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I'm looking to implement a phase lock in an FPGA without using any external components (other than the ADC). For simplicity locking to a simple binary pulse is adequate. The frequency of the signals is ~0.1-1% of the clock. I can't use the onboard clock PLL's because they are typically:

  1. Not configurable (set during synthesis).
  2. Jittery.
  3. Don't support the frequency I need.

I've been sorting through the literature and found a few binary phase locked loops. Most notable a "pulse steal" design that I can post a link to if desired. I have implemented and synthesized with some success, but its jitter and lock range was not as good as advertised. I've also had success using a external DVCO, but I would prefer if I can implement everything on chip.

A digital circuit design or even a hint in the right direction would be helpful (I've been banging my head against this for a while), a proven FPGA implementation would be wonderful but not expected.

ADDED 10-27-2010

The actual DPLL design that I used has a "Random Walk Filter" as the loop filter (not the "pulse steal" described earlier, going through my notes that didn't work to well), which then drives the clock pulses to the DCO. The lock-in range is set via divider in the DCO. The sensitivity of the loop is established by varying the length of the random walk.

The paper in which this is found is cited at the end of this post. After implementing parts of it myself, I found that it was actually already implemented on OpenCores, however it turns out that in the last few months the project was deleted but I have the Verilog files saved if anyone wants them.

Yamamoto, H.; Mori, S.; , "Performance of Binary Quantized All Digital Phase-Locked Loop with a New Class of Sequential Filter," Communications, IEEE Transactions on , vol.26, no.1, pp. 35- 45, Jan 1978

doi: 10.1109/TCOM.1978.1093972

URL: http://ieeexplore.ieee.org/stamp/stamp.jsp?tp=&arnumber=1093972&isnumber=23895

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    \$\begingroup\$ Please do link to the 'pulse steal' design-there's no reason not to. \$\endgroup\$ Oct 27, 2010 at 14:36

2 Answers 2

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Can you post more details regarding the target frequency, jitter and loop bandwidth (required settling time)? Also, what kind of oscillator do you want to use (external with a DAC, with/without dithering?, an on chip digital counter/accumulator)?

If you're happy with a digital "oscillator" (i.e. an overflowing accumulator) and its jitter then the rest of the circuit can be fairly simple:

  • a counter (PFD) counting number of cycles between the reference and the (optionally divided) PLL output,
  • a digital filter - anything will do assuming it does the integration (an accumulator) and it has a zero (minus (or plus?) a scaled PFD output) to stabilize the loop, optionally one or more poles above the loop bandwidth to reduce the control value "ripple" at reference frequency (only matters if fref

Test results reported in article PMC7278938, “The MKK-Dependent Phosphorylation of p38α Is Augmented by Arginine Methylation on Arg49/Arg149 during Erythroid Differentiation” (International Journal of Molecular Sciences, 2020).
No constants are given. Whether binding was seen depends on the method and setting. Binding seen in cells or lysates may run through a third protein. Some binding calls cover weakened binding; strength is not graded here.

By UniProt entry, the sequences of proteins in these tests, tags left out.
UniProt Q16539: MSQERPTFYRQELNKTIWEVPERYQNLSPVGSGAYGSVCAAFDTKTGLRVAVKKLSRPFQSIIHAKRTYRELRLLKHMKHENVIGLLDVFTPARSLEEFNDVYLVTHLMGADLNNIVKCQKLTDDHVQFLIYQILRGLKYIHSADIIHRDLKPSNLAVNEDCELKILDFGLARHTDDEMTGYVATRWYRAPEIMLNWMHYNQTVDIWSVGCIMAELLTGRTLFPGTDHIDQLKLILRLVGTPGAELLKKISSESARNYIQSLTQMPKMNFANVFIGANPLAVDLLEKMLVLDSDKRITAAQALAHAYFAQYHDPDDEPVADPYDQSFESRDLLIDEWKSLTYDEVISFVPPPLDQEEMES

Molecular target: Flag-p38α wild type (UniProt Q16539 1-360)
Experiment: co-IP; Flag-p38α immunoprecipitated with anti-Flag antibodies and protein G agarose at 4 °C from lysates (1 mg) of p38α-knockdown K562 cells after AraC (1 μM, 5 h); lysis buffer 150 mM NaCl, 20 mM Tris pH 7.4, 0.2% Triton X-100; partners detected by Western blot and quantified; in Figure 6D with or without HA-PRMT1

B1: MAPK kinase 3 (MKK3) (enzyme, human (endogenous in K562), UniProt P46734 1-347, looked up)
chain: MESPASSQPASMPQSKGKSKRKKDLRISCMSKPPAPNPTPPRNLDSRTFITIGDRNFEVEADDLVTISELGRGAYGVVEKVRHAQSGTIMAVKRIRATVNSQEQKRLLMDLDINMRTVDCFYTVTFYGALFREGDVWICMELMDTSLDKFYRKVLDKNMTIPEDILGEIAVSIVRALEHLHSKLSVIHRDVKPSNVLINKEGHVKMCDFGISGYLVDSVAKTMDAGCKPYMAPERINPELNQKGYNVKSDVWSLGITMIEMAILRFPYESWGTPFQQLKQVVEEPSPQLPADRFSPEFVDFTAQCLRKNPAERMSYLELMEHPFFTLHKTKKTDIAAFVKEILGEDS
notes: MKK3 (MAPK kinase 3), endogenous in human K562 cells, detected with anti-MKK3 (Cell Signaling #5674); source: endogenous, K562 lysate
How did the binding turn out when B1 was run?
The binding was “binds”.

• most significant bits of the digital filter output (DVCO control value) are given as an input to the overflowing accumulator (DVCO).

As for the loop bandwidth, if not enforced by settling time, decide it based on the noise contributions of all components.

  • If the jitter comes mainly from the reference or from PFD - use a smaller bandwidth,
  • If the noise comes from the oscillator - increase it.

In case if the reference signal is phase or frequency modulated - use a loop bandwidth lower than the smallest frequency of the signal modulating the reference.

Trickier techniques are used if the output frequency is close or equal to clock frequency and/or if the low jitter or very fast locking range is required. Maybe in your case they are not needed, besides they may not be well suited to an FPGA implementation.

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  • \$\begingroup\$ If one wants to e.g. multiply the frequency of a stable incoming signal by 16 and one has a clock which is fast relative to that, what advantage is there to using a digital filter as opposed to measuring the number of clocks between each edge and the previous one, and figuring out what frequency one should output so that the output pulse which should coincide with the next input clock edge will do so? If the input clock jitter is no more than a clock cycle, the output jitter should be about as good. Such a scheme could start producing a clean output as soon as it got the second input pulse. \$\endgroup\$
    – supercat
    Sep 4, 2013 at 19:40
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If you can tolerate a bit of jitter but mostly just need precise clocking against a drifty clock for data recovery you might want to implement something like the CAN Standard PLL (starts on page 67 of that PDF). This works based on an overflow counter which should be tuned nominally correctly, but synchronizes up to edges in the incoming pulse stream.

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